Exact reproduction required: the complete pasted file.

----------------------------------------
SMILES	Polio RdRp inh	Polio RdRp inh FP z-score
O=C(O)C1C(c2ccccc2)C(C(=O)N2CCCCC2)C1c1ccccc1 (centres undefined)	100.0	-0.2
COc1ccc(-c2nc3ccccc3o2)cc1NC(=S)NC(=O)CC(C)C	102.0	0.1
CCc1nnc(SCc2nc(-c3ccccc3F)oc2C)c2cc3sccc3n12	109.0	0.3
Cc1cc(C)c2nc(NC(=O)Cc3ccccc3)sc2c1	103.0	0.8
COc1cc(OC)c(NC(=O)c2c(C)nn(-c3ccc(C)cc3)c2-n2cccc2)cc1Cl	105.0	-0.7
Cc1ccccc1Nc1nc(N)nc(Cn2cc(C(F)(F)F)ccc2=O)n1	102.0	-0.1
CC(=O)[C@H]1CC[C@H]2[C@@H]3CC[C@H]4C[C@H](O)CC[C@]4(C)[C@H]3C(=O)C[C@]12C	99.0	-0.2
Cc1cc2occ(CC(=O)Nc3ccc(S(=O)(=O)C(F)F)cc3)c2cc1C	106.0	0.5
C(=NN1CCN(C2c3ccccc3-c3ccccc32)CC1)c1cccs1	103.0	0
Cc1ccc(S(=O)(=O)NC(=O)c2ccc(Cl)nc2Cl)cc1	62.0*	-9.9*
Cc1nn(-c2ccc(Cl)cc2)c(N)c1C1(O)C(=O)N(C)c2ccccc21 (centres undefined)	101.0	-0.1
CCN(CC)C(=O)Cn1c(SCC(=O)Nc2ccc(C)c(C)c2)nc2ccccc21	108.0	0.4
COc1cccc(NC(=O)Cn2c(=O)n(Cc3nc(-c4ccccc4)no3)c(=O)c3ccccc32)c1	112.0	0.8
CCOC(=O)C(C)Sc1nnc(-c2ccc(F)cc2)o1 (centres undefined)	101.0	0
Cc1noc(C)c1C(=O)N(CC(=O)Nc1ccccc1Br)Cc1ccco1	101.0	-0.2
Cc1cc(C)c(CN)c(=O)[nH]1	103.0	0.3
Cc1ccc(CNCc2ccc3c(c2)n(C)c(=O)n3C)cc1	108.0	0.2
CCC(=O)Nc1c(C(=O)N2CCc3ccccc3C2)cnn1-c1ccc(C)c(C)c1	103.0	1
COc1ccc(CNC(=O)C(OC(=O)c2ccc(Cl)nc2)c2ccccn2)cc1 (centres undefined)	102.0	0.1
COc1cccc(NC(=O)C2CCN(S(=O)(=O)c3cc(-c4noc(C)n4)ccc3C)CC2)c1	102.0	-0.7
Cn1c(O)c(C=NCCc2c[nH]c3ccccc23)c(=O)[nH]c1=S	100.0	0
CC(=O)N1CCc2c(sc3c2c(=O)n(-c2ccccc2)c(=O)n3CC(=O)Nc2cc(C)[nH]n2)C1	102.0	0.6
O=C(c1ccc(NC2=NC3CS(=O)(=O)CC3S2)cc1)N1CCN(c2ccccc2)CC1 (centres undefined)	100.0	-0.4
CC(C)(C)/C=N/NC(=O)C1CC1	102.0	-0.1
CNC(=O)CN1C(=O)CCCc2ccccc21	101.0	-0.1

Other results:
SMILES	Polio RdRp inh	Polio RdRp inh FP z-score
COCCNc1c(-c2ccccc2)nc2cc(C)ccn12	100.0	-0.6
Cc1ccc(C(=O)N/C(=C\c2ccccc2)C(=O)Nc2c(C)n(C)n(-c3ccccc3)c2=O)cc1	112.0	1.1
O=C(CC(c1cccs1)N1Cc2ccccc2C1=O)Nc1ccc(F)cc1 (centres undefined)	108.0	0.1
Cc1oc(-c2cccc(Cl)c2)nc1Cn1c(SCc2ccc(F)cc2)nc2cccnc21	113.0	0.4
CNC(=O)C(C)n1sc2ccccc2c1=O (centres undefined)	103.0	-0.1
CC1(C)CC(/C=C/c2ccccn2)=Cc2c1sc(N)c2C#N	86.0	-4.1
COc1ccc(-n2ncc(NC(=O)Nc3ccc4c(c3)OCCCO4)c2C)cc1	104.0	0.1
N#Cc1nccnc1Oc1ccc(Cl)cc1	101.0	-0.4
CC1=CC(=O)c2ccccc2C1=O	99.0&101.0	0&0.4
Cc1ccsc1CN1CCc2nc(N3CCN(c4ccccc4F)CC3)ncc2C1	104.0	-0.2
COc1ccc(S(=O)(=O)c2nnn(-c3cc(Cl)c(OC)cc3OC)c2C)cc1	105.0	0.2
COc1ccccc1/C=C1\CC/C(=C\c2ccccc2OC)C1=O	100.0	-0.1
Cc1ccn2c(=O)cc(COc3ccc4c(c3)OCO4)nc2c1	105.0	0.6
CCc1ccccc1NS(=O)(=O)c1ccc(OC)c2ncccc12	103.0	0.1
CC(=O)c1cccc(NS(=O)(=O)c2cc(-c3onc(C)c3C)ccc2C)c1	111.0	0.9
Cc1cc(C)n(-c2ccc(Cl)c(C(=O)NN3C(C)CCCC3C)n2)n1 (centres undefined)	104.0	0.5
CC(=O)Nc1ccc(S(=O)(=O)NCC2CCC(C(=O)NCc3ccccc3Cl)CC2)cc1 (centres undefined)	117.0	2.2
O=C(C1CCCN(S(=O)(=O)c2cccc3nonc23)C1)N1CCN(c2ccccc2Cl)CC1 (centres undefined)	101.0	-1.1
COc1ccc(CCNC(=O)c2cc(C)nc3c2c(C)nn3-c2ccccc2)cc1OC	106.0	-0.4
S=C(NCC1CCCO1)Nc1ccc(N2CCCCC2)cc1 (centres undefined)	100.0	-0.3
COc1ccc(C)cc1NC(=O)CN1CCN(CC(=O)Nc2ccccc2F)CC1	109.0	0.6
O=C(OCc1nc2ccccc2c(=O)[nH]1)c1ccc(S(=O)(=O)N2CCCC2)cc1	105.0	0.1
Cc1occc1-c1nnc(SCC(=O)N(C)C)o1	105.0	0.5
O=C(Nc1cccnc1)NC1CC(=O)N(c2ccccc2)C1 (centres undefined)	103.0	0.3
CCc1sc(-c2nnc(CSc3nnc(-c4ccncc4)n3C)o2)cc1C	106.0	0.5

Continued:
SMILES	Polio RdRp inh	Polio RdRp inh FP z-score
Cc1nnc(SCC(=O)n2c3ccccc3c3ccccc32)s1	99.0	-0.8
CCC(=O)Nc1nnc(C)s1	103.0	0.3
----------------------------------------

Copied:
SMILES	Polio RdRp inh	Polio RdRp inh FP z-score
O=C(O)C1C(c2ccccc2)C(C(=O)N2CCCCC2)C1c1ccccc1 (centres undefined)	100.0	-0.2
COc1ccc(-c2nc3ccccc3o2)cc1NC(=S)NC(=O)CC(C)C	102.0	0.1
CCc1nnc(SCc2nc(-c3ccccc3F)oc2C)c2cc3sccc3n12	109.0	0.3
Cc1cc(C)c2nc(NC(=O)Cc3ccccc3)sc2c1	103.0	0.8
COc1cc(OC)c(NC(=O)c2c(C)nn(-c3ccc(C)cc3)c2-n2cccc2)cc1Cl	105.0	-0.7
Cc1ccccc1Nc1nc(N)nc(Cn2cc(C(F)(F)F)ccc2=O)n1	102.0	-0.1
CC(=O)[C@H]1CC[C@H]2[C@@H]3CC[C@H]4C[C@H](O)CC[C@]4(C)[C@H]3C(=O)C[C@]12C	99.0	-0.2
Cc1cc2occ(CC(=O)Nc3ccc(S(=O)(=O)C(F)F)cc3)c2cc1C	106.0	0.5
C(=NN1CCN(C2c3ccccc3-c3ccccc32)CC1)c1cccs1	103.0	0
Cc1ccc(S(=O)(=O)NC(=O)c2ccc(Cl)nc2Cl)cc1	62.0*	-9.9*
Cc1nn(-c2ccc(Cl)cc2)c(N)c1C1(O)C(=O)N(C)c2ccccc21 (centres undefined)	101.0	-0.1
CCN(CC)C(=O)Cn1c(SCC(=O)Nc2ccc(C)c(C)c2)nc2ccccc21	108.0	0.4
COc1cccc(NC(=O)Cn2c(=O)n(Cc3nc(-c4ccccc4)no3)c(=O)c3ccccc32)c1	112.0	0.8
CCOC(=O)C(C)Sc1nnc(-c2ccc(F)cc2)o1 (centres undefined)	101.0	0
Cc1noc(C)c1C(=O)N(CC(=O)Nc1ccccc1Br)Cc1ccco1	101.0	-0.2
Cc1cc(C)c(CN)c(=O)[nH]1	103.0	0.3
Cc1ccc(CNCc2ccc3c(c2)n(C)c(=O)n3C)cc1	108.0	0.2
CCC(=O)Nc1c(C(=O)N2CCc3ccccc3C2)cnn1-c1ccc(C)c(C)c1	103.0	1
COc1ccc(CNC(=O)C(OC(=O)c2ccc(Cl)nc2)c2ccccn2)cc1 (centres undefined)	102.0	0.1
COc1cccc(NC(=O)C2CCN(S(=O)(=O)c3cc(-c4noc(C)n4)ccc3C)CC2)c1	102.0	-0.7
Cn1c(O)c(C=NCCc2c[nH]c3ccccc23)c(=O)[nH]c1=S	100.0	0
CC(=O)N1CCc2c(sc3c2c(=O)n(-c2ccccc2)c(=O)n3CC(=O)Nc2cc(C)[nH]n2)C1	102.0	0.6
O=C(c1ccc(NC2=NC3CS(=O)(=O)CC3S2)cc1)N1CCN(c2ccccc2)CC1 (centres undefined)	100.0	-0.4
CC(C)(C)/C=N/NC(=O)C1CC1	102.0	-0.1
CNC(=O)CN1C(=O)CCCc2ccccc21	101.0	-0.1

Other results:
SMILES	Polio RdRp inh	Polio RdRp inh FP z-score
COCCNc1c(-c2ccccc2)nc2cc(C)ccn12	100.0	-0.6
Cc1ccc(C(=O)N/C(=C\c2ccccc2)C(=O)Nc2c(C)n(C)n(-c3ccccc3)c2=O)cc1	112.0	1.1
O=C(CC(c1cccs1)N1Cc2ccccc2C1=O)Nc1ccc(F)cc1 (centres undefined)	108.0	0.1
Cc1oc(-c2cccc(Cl)c2)nc1Cn1c(SCc2ccc(F)cc2)nc2cccnc21	113.0	0.4
CNC(=O)C(C)n1sc2ccccc2c1=O (centres undefined)	103.0	-0.1
CC1(C)CC(/C=C/c2ccccn2)=Cc2c1sc(N)c2C#N	86.0	-4.1
COc1ccc(-n2ncc(NC(=O)Nc3ccc4c(c3)OCCCO4)c2C)cc1	104.0	0.1
N#Cc1nccnc1Oc1ccc(Cl)cc1	101.0	-0.4
CC1=CC(=O)c2ccccc2C1=O	99.0&101.0	0&0.4
Cc1ccsc1CN1CCc2nc(N3CCN(c4ccccc4F)CC3)ncc2C1	104.0	-0.2
COc1ccc(S(=O)(=O)c2nnn(-c3cc(Cl)c(OC)cc3OC)c2C)cc1	105.0	0.2
COc1ccccc1/C=C1\CC/C(=C\c2ccccc2OC)C1=O	100.0	-0.1
Cc1ccn2c(=O)cc(COc3ccc4c(c3)OCO4)nc2c1	105.0	0.6
CCc1ccccc1NS(=O)(=O)c1ccc(OC)c2ncccc12	103.0	0.1
CC(=O)c1cccc(NS(=O)(=O)c2cc(-c3onc(C)c3C)ccc2C)c1	111.0	0.9
Cc1cc(C)n(-c2ccc(Cl)c(C(=O)NN3C(C)CCCC3C)n2)n1 (centres undefined)	104.0	0.5
CC(=O)Nc1ccc(S(=O)(=O)NCC2CCC(C(=O)NCc3ccccc3Cl)CC2)cc1 (centres undefined)	117.0	2.2
O=C(C1CCCN(S(=O)(=O)c2cccc3nonc23)C1)N1CCN(c2ccccc2Cl)CC1 (centres undefined)	101.0	-1.1
COc1ccc(CCNC(=O)c2cc(C)nc3c2c(C)nn3-c2ccccc2)cc1OC	106.0	-0.4
S=C(NCC1CCCO1)Nc1ccc(N2CCCCC2)cc1 (centres undefined)	100.0	-0.3
COc1ccc(C)cc1NC(=O)CN1CCN(CC(=O)Nc2ccccc2F)CC1	109.0	0.6
O=C(OCc1nc2ccccc2c(=O)[nH]1)c1ccc(S(=O)(=O)N2CCCC2)cc1	105.0	0.1
Cc1occc1-c1nnc(SCC(=O)N(C)C)o1	105.0	0.5
O=C(Nc1cccnc1)NC1CC(=O)N(c2ccccc2)C1 (centres undefined)	103.0	0.3
CCc1sc(-c2nnc(CSc3nnc(-c4ccncc4)n3C)o2)cc1C	106.0	0.5

Continued:
SMILES	Polio RdRp inh	Polio RdRp inh FP z-score
Cc1nnc(SCC(=O)n2c3ccccc3c3ccccc32)s1	99.0	-0.8
CCC(=O)Nc1nnc(C)s1	103.0	0.3